Oman’s State General Reserve Fund (SGRF)has proposed to the Vietnamese Government that it is willing to purchase shares of Hai Phong Port if the local government offloads more than the intended 29.68 per cent.The fund plans to do the transaction through its Vietnam Oman Investments (VOI Fund) joint venture with the Vietnam State Capital Investment Corporation.
This overture is likely to compete with Vietnamese companies, which are in the race to gain a majority stake in the northern biggest port of the country. Previously, Vietnam’s realty major Vingroup, led by billionaire Pham Nhat Vuong, has shown its interest in up to 80 per cent in the port.
Meanwhile, the Oman sovereign fund stated that it will work with local investors to form an investment combination, if the purchase of the entire state capital in Hai Phong Port is in excess of the foreign ownership limit, as regulated by the Vietnamese law.
Prior to the proposal, the VOI Fund has already received in-principle approval by the Vietnamese prime minister, to acquire 29.68 per cent in Hai Phong Port, from the 94.68 per cent held by the Vietnam National Shipping Lines (Vinalines).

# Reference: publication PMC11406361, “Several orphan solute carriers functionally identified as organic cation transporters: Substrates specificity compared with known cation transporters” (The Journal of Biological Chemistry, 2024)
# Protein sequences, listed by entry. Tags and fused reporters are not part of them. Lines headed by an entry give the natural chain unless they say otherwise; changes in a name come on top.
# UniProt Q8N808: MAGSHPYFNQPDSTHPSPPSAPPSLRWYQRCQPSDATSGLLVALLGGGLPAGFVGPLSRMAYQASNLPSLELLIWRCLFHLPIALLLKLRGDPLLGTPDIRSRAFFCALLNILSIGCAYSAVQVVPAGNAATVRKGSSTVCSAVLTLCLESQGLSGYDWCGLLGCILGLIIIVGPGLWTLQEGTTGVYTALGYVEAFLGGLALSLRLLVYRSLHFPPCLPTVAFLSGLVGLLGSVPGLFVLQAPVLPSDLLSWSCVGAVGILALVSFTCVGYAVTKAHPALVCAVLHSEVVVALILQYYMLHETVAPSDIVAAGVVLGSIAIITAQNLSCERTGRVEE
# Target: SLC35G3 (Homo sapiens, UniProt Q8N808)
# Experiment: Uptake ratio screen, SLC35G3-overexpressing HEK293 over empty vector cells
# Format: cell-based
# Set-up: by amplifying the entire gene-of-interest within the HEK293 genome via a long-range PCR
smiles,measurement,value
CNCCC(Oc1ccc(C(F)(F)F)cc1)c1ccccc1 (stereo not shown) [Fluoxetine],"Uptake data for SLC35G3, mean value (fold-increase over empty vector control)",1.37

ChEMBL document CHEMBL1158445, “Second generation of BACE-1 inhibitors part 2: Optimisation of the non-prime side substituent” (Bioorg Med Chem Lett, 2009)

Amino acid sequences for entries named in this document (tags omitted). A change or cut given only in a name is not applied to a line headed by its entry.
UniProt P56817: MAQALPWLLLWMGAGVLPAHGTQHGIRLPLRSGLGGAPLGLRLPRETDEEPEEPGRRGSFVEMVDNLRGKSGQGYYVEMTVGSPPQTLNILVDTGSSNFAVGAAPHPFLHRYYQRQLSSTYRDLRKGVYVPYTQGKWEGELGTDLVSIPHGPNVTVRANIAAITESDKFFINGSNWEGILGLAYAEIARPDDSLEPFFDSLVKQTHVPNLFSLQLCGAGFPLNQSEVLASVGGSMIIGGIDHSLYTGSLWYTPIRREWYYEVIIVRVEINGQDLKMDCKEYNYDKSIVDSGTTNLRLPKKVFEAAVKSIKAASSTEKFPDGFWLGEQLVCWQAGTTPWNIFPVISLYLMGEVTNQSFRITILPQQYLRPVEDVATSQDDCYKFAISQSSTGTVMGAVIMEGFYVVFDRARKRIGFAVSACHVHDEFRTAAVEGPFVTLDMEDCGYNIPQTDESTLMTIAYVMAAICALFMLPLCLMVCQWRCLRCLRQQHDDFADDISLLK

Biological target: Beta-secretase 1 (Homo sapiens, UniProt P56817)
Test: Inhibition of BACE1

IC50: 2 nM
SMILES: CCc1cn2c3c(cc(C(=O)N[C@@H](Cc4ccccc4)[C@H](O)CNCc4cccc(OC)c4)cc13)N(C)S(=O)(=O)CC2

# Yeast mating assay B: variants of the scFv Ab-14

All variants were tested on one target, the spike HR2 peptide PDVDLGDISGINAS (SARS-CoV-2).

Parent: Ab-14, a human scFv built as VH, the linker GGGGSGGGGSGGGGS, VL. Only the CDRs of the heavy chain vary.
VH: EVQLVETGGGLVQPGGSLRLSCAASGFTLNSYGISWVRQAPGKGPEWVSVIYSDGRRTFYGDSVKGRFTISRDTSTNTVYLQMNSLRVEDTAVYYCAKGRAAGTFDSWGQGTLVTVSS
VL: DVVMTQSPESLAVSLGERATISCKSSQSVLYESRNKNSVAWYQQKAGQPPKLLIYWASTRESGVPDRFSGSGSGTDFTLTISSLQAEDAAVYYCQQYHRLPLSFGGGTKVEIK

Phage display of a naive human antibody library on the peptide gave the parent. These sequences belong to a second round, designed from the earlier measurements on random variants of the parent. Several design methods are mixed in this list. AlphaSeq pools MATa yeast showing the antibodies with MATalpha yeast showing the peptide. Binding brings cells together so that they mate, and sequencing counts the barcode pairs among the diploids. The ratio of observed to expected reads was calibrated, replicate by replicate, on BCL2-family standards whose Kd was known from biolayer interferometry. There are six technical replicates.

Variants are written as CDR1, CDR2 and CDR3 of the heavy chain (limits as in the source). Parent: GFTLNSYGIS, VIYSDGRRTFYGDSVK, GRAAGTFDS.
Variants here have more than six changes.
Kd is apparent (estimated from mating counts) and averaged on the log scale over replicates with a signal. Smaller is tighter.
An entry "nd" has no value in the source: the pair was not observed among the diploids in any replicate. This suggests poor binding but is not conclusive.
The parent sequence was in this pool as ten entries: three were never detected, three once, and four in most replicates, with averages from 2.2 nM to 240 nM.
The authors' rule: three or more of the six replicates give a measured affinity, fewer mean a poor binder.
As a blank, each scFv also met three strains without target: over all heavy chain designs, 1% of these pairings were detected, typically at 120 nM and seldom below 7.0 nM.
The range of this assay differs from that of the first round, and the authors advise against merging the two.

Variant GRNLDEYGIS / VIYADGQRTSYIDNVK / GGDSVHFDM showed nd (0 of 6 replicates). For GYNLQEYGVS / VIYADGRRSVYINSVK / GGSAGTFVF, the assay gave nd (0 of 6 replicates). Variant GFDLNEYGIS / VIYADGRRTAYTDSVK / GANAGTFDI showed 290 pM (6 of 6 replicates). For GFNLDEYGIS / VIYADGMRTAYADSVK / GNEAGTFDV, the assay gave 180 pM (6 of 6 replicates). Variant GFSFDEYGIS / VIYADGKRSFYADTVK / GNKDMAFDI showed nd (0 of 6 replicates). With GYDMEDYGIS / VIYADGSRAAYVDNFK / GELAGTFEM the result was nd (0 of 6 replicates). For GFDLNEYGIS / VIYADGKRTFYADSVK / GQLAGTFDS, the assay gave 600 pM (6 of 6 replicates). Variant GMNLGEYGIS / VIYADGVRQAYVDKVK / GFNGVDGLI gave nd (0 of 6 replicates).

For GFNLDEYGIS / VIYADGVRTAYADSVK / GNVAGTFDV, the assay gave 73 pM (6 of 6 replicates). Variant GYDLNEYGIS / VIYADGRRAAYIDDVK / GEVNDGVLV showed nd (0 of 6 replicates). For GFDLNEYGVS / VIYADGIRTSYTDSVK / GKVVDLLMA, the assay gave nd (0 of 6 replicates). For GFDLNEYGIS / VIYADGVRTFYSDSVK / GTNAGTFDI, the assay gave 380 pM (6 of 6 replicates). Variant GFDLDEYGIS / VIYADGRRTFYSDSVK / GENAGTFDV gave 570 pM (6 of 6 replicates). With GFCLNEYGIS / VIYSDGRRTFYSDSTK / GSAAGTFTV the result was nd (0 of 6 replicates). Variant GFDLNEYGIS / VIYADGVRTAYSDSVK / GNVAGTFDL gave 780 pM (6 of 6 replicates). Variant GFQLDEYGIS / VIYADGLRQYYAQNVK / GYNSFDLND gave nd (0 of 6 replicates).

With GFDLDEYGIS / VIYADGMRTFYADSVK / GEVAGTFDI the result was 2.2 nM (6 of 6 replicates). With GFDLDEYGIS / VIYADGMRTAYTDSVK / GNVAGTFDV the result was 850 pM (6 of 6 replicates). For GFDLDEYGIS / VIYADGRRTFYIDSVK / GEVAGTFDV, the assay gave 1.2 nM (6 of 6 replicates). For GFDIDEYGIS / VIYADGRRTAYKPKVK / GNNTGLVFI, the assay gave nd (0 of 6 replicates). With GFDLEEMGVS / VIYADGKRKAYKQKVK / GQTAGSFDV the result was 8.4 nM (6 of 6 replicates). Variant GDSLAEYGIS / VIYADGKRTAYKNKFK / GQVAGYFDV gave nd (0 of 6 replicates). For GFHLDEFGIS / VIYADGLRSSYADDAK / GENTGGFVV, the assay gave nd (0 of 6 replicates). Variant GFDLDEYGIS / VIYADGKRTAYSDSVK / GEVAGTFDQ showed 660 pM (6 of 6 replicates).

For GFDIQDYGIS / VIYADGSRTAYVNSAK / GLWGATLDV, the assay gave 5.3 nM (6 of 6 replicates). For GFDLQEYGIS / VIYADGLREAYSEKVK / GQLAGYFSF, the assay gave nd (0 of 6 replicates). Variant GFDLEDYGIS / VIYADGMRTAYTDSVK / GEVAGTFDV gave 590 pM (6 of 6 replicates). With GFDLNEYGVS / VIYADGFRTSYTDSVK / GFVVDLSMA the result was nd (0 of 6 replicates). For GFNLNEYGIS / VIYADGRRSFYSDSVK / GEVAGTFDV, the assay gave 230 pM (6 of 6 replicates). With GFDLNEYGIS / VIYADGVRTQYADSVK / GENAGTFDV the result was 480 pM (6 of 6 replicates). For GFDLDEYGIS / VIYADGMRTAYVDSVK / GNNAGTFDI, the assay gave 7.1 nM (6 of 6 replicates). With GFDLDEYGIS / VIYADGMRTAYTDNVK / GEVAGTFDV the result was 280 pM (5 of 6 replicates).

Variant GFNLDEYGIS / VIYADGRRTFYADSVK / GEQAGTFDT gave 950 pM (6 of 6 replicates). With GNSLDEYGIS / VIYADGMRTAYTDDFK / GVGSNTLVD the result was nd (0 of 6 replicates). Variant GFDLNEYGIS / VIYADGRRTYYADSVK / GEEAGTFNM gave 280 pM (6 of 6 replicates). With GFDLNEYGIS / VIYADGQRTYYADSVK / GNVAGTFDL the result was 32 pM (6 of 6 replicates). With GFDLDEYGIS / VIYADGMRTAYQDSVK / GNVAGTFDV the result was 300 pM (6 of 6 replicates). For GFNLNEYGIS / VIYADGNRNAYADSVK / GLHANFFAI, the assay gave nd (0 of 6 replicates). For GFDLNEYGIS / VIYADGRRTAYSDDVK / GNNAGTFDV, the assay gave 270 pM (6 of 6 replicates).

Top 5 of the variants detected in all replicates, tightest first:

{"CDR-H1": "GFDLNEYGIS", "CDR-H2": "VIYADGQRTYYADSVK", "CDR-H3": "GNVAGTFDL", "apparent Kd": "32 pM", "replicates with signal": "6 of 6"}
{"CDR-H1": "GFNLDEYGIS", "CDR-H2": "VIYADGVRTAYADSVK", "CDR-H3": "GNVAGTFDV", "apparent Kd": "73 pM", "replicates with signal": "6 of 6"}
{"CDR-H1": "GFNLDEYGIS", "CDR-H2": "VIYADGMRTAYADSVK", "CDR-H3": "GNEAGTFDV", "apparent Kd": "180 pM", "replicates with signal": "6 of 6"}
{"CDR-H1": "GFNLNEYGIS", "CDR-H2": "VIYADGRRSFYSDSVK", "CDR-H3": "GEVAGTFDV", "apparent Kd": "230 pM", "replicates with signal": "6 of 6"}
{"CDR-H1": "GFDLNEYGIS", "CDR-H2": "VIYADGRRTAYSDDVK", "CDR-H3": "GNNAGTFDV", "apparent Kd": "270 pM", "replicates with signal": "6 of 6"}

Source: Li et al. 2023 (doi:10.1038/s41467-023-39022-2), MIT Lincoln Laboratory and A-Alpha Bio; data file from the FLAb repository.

In addition, SGRF has committed to support the port with $2 million, per year, for a three-year term for the costs of human resources and management. This will help to transform the port into an important link of the international port system.
Oman’s largest wealth fund, established in 1980, has a total asset of $35 billion. It has also invested in a spate of seaports in Turkey, Netherlands, Belgium and Brazil.
When compared with Vingroup, the fund has the advantages not only in terms of investment experience in ports, it also has the superior position of a 23 year diplomatic relation with Vietnam.
The two countries have signed nine bilateral agreements. In 2014, two-way trade turnover reached $65 million, while the VOI Fund has invested some $51 million in Vietnam in the banking, hydropower, healthcare and infrastructure sectors.
Vietnam’s minister of transport Dinh La Thang also shared his view that the country needs to develop the operation of the Vinalines ports rather than keep them state-owned. By acquiring a majority of stake, the investors will be able to commit long-term and effective resources to the ports, Thang explained.